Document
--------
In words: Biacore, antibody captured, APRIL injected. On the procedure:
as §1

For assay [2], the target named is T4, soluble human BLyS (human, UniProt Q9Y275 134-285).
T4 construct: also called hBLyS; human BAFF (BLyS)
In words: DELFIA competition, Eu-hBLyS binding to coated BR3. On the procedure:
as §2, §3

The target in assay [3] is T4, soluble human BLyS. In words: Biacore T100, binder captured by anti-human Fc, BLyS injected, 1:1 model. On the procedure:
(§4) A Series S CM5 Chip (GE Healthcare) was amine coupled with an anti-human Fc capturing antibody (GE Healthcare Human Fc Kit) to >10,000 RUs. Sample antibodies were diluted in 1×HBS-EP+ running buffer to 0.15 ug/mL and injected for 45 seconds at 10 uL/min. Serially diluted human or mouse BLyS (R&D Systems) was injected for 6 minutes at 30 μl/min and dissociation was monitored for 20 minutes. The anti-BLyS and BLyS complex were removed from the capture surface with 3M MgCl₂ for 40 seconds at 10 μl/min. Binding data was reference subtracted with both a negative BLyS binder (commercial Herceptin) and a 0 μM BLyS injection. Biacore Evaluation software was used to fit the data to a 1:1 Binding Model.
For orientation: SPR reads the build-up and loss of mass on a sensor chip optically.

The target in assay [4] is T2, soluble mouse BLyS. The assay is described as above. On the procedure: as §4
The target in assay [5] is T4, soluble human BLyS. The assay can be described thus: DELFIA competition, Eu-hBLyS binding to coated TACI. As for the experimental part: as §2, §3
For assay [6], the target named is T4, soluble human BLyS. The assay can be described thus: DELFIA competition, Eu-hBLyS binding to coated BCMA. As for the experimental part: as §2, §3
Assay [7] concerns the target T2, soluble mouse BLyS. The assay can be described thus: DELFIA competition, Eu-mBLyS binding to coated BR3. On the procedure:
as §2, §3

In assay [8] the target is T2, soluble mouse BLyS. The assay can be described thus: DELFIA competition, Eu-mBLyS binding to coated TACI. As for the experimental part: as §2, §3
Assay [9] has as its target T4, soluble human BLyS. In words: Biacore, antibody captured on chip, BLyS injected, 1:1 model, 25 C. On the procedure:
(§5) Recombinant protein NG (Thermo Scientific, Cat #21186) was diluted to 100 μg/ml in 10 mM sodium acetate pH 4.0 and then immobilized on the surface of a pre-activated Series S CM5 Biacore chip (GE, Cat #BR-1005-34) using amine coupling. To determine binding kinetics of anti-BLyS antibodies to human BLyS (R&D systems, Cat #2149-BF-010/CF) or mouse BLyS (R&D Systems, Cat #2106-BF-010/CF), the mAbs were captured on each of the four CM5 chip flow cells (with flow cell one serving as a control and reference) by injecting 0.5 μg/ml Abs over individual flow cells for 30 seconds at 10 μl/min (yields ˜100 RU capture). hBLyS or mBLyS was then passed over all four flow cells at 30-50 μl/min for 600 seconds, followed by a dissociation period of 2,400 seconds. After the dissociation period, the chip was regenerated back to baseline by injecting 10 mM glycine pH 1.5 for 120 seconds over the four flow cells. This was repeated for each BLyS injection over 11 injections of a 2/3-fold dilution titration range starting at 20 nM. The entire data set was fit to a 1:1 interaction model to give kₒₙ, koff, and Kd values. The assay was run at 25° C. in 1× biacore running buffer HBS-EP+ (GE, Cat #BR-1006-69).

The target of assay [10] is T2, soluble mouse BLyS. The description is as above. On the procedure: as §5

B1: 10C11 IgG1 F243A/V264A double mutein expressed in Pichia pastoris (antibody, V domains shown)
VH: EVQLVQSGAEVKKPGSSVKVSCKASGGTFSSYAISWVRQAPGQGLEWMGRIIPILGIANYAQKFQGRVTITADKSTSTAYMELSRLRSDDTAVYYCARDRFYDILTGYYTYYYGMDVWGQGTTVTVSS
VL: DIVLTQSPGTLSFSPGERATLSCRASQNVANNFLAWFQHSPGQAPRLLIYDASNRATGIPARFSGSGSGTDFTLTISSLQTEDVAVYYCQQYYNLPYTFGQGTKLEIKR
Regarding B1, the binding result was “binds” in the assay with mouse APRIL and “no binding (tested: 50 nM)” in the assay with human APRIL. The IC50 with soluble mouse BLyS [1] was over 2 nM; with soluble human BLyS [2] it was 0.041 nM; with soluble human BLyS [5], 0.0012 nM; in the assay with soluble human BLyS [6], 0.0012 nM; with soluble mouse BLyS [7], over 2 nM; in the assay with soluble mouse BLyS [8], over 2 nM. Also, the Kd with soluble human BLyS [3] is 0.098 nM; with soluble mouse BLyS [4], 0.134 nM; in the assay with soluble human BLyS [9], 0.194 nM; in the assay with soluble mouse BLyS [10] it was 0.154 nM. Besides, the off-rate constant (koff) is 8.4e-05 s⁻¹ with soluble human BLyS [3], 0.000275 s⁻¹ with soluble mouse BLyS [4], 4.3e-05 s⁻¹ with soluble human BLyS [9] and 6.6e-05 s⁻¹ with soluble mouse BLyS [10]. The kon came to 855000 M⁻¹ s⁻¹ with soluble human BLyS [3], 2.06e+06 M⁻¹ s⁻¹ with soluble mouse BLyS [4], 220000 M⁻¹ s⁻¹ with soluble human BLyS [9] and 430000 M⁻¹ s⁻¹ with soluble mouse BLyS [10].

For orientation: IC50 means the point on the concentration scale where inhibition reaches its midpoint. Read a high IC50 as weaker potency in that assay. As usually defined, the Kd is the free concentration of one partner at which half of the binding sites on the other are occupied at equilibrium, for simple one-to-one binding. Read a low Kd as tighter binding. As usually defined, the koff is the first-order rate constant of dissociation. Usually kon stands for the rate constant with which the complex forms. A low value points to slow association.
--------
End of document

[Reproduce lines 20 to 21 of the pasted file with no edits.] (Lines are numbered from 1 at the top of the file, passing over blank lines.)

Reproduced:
VH: EVQLVQSGAEVKKPGSSVKVSCKASGGTFSSYAISWVRQAPGQGLEWMGRIIPILGIANYAQKFQGRVTITADKSTSTAYMELSRLRSDDTAVYYCARDRFYDILTGYYTYYYGMDVWGQGTTVTVSS
VL: DIVLTQSPGTLSFSPGERATLSCRASQNVANNFLAWFQHSPGQAPRLLIYDASNRATGIPARFSGSGSGTDFTLTISSLQTEDVAVYYCQQYYNLPYTFGQGTKLEIKR